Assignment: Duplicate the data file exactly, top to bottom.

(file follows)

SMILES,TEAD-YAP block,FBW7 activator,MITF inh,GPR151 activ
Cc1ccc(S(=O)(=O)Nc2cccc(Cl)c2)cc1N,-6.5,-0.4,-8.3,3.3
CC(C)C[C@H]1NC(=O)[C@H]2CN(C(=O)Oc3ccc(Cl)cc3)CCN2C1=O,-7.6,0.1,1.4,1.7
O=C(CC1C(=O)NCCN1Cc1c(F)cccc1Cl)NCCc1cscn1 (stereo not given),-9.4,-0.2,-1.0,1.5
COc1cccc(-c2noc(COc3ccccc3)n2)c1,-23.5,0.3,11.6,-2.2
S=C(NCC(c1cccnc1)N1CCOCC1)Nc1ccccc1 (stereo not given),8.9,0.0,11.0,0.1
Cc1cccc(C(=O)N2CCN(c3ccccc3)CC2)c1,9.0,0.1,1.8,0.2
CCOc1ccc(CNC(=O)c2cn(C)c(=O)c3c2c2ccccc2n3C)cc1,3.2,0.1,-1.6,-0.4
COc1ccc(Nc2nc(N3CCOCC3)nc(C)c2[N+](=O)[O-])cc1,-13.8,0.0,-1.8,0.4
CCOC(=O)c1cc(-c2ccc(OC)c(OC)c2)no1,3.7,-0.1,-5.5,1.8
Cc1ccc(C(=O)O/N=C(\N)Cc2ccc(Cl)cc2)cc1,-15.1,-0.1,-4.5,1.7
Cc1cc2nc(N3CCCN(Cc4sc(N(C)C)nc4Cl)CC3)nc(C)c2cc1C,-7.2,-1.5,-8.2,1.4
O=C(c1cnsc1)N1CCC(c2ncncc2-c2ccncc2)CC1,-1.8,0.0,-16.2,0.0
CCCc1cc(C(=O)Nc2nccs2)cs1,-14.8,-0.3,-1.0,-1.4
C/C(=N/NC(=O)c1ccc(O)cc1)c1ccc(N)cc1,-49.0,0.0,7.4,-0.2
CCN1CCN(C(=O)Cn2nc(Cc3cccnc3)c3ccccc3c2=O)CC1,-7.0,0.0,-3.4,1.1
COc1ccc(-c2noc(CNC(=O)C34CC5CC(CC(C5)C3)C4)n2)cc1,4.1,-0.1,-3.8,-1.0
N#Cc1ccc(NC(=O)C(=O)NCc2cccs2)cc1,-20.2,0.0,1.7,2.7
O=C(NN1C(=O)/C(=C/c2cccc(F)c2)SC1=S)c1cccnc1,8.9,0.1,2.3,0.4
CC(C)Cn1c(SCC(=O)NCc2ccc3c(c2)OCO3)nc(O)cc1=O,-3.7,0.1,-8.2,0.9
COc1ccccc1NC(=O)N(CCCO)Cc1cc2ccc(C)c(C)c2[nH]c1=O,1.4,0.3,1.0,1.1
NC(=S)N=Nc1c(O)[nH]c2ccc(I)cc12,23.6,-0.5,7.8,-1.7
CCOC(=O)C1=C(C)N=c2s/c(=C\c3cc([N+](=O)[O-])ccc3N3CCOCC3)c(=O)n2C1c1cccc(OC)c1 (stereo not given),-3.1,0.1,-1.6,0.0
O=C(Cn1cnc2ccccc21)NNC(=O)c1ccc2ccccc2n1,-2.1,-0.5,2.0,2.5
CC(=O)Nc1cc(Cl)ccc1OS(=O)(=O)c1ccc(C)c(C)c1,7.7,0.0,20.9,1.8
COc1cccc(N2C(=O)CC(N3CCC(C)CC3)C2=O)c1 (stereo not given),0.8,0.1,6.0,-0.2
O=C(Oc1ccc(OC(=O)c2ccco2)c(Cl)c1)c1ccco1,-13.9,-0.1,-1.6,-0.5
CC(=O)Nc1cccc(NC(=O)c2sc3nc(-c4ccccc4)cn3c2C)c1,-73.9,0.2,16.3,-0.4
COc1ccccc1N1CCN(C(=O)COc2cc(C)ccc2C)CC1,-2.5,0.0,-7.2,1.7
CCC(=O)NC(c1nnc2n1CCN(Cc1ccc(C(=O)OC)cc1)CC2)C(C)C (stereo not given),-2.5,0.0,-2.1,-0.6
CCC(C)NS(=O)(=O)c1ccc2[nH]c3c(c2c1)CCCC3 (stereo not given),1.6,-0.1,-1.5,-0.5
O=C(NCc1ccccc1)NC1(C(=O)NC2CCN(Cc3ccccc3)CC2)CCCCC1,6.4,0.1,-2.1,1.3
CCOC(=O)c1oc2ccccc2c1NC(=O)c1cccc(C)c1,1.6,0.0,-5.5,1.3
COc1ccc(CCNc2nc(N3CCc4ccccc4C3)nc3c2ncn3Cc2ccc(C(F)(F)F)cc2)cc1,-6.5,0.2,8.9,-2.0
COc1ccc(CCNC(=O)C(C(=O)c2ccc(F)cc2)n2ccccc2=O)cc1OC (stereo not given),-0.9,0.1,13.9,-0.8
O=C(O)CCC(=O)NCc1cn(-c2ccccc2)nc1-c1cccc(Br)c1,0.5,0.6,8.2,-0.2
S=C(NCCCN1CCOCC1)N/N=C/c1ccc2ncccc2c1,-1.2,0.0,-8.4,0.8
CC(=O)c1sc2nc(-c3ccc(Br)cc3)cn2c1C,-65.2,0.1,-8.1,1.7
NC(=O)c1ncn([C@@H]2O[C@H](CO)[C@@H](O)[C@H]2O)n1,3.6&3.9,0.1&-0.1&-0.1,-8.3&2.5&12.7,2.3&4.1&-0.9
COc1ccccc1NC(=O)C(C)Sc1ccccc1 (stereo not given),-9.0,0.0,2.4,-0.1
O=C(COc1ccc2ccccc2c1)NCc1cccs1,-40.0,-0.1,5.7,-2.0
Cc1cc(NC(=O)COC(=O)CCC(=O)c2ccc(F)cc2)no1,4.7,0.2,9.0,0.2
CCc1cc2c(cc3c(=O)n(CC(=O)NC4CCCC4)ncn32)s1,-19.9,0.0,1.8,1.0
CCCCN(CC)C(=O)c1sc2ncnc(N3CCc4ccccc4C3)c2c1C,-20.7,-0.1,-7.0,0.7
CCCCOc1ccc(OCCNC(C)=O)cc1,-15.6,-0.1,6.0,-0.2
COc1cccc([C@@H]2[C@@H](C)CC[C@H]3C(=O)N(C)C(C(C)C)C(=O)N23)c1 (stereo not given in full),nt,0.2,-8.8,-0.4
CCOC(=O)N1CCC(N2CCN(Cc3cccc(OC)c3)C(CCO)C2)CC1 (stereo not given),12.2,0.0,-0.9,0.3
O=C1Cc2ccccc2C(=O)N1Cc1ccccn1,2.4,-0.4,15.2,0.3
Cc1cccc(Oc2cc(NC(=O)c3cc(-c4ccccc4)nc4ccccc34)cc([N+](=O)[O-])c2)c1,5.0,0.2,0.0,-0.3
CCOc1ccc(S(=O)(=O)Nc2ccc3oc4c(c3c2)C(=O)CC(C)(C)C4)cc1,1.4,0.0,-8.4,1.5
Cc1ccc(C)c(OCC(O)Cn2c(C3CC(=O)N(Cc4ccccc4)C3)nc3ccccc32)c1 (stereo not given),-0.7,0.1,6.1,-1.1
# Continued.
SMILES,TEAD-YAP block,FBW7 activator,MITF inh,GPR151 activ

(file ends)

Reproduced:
SMILES,TEAD-YAP block,FBW7 activator,MITF inh,GPR151 activ
Cc1ccc(S(=O)(=O)Nc2cccc(Cl)c2)cc1N,-6.5,-0.4,-8.3,3.3
CC(C)C[C@H]1NC(=O)[C@H]2CN(C(=O)Oc3ccc(Cl)cc3)CCN2C1=O,-7.6,0.1,1.4,1.7
O=C(CC1C(=O)NCCN1Cc1c(F)cccc1Cl)NCCc1cscn1 (stereo not given),-9.4,-0.2,-1.0,1.5
COc1cccc(-c2noc(COc3ccccc3)n2)c1,-23.5,0.3,11.6,-2.2
S=C(NCC(c1cccnc1)N1CCOCC1)Nc1ccccc1 (stereo not given),8.9,0.0,11.0,0.1
Cc1cccc(C(=O)N2CCN(c3ccccc3)CC2)c1,9.0,0.1,1.8,0.2
CCOc1ccc(CNC(=O)c2cn(C)c(=O)c3c2c2ccccc2n3C)cc1,3.2,0.1,-1.6,-0.4
COc1ccc(Nc2nc(N3CCOCC3)nc(C)c2[N+](=O)[O-])cc1,-13.8,0.0,-1.8,0.4
CCOC(=O)c1cc(-c2ccc(OC)c(OC)c2)no1,3.7,-0.1,-5.5,1.8
Cc1ccc(C(=O)O/N=C(\N)Cc2ccc(Cl)cc2)cc1,-15.1,-0.1,-4.5,1.7
Cc1cc2nc(N3CCCN(Cc4sc(N(C)C)nc4Cl)CC3)nc(C)c2cc1C,-7.2,-1.5,-8.2,1.4
O=C(c1cnsc1)N1CCC(c2ncncc2-c2ccncc2)CC1,-1.8,0.0,-16.2,0.0
CCCc1cc(C(=O)Nc2nccs2)cs1,-14.8,-0.3,-1.0,-1.4
C/C(=N/NC(=O)c1ccc(O)cc1)c1ccc(N)cc1,-49.0,0.0,7.4,-0.2
CCN1CCN(C(=O)Cn2nc(Cc3cccnc3)c3ccccc3c2=O)CC1,-7.0,0.0,-3.4,1.1
COc1ccc(-c2noc(CNC(=O)C34CC5CC(CC(C5)C3)C4)n2)cc1,4.1,-0.1,-3.8,-1.0
N#Cc1ccc(NC(=O)C(=O)NCc2cccs2)cc1,-20.2,0.0,1.7,2.7
O=C(NN1C(=O)/C(=C/c2cccc(F)c2)SC1=S)c1cccnc1,8.9,0.1,2.3,0.4
CC(C)Cn1c(SCC(=O)NCc2ccc3c(c2)OCO3)nc(O)cc1=O,-3.7,0.1,-8.2,0.9
COc1ccccc1NC(=O)N(CCCO)Cc1cc2ccc(C)c(C)c2[nH]c1=O,1.4,0.3,1.0,1.1
NC(=S)N=Nc1c(O)[nH]c2ccc(I)cc12,23.6,-0.5,7.8,-1.7
CCOC(=O)C1=C(C)N=c2s/c(=C\c3cc([N+](=O)[O-])ccc3N3CCOCC3)c(=O)n2C1c1cccc(OC)c1 (stereo not given),-3.1,0.1,-1.6,0.0
O=C(Cn1cnc2ccccc21)NNC(=O)c1ccc2ccccc2n1,-2.1,-0.5,2.0,2.5
CC(=O)Nc1cc(Cl)ccc1OS(=O)(=O)c1ccc(C)c(C)c1,7.7,0.0,20.9,1.8
COc1cccc(N2C(=O)CC(N3CCC(C)CC3)C2=O)c1 (stereo not given),0.8,0.1,6.0,-0.2
O=C(Oc1ccc(OC(=O)c2ccco2)c(Cl)c1)c1ccco1,-13.9,-0.1,-1.6,-0.5
CC(=O)Nc1cccc(NC(=O)c2sc3nc(-c4ccccc4)cn3c2C)c1,-73.9,0.2,16.3,-0.4
COc1ccccc1N1CCN(C(=O)COc2cc(C)ccc2C)CC1,-2.5,0.0,-7.2,1.7
CCC(=O)NC(c1nnc2n1CCN(Cc1ccc(C(=O)OC)cc1)CC2)C(C)C (stereo not given),-2.5,0.0,-2.1,-0.6
CCC(C)NS(=O)(=O)c1ccc2[nH]c3c(c2c1)CCCC3 (stereo not given),1.6,-0.1,-1.5,-0.5
O=C(NCc1ccccc1)NC1(C(=O)NC2CCN(Cc3ccccc3)CC2)CCCCC1,6.4,0.1,-2.1,1.3
CCOC(=O)c1oc2ccccc2c1NC(=O)c1cccc(C)c1,1.6,0.0,-5.5,1.3
COc1ccc(CCNc2nc(N3CCc4ccccc4C3)nc3c2ncn3Cc2ccc(C(F)(F)F)cc2)cc1,-6.5,0.2,8.9,-2.0
COc1ccc(CCNC(=O)C(C(=O)c2ccc(F)cc2)n2ccccc2=O)cc1OC (stereo not given),-0.9,0.1,13.9,-0.8
O=C(O)CCC(=O)NCc1cn(-c2ccccc2)nc1-c1cccc(Br)c1,0.5,0.6,8.2,-0.2
S=C(NCCCN1CCOCC1)N/N=C/c1ccc2ncccc2c1,-1.2,0.0,-8.4,0.8
CC(=O)c1sc2nc(-c3ccc(Br)cc3)cn2c1C,-65.2,0.1,-8.1,1.7
NC(=O)c1ncn([C@@H]2O[C@H](CO)[C@@H](O)[C@H]2O)n1,3.6&3.9,0.1&-0.1&-0.1,-8.3&2.5&12.7,2.3&4.1&-0.9
COc1ccccc1NC(=O)C(C)Sc1ccccc1 (stereo not given),-9.0,0.0,2.4,-0.1
O=C(COc1ccc2ccccc2c1)NCc1cccs1,-40.0,-0.1,5.7,-2.0
Cc1cc(NC(=O)COC(=O)CCC(=O)c2ccc(F)cc2)no1,4.7,0.2,9.0,0.2
CCc1cc2c(cc3c(=O)n(CC(=O)NC4CCCC4)ncn32)s1,-19.9,0.0,1.8,1.0
CCCCN(CC)C(=O)c1sc2ncnc(N3CCc4ccccc4C3)c2c1C,-20.7,-0.1,-7.0,0.7
CCCCOc1ccc(OCCNC(C)=O)cc1,-15.6,-0.1,6.0,-0.2
COc1cccc([C@@H]2[C@@H](C)CC[C@H]3C(=O)N(C)C(C(C)C)C(=O)N23)c1 (stereo not given in full),nt,0.2,-8.8,-0.4
CCOC(=O)N1CCC(N2CCN(Cc3cccc(OC)c3)C(CCO)C2)CC1 (stereo not given),12.2,0.0,-0.9,0.3
O=C1Cc2ccccc2C(=O)N1Cc1ccccn1,2.4,-0.4,15.2,0.3
Cc1cccc(Oc2cc(NC(=O)c3cc(-c4ccccc4)nc4ccccc34)cc([N+](=O)[O-])c2)c1,5.0,0.2,0.0,-0.3
CCOc1ccc(S(=O)(=O)Nc2ccc3oc4c(c3c2)C(=O)CC(C)(C)C4)cc1,1.4,0.0,-8.4,1.5
Cc1ccc(C)c(OCC(O)Cn2c(C3CC(=O)N(Cc4ccccc4)C3)nc3ccccc32)c1 (stereo not given),-0.7,0.1,6.1,-1.1
# Continued.
SMILES,TEAD-YAP block,FBW7 activator,MITF inh,GPR151 activ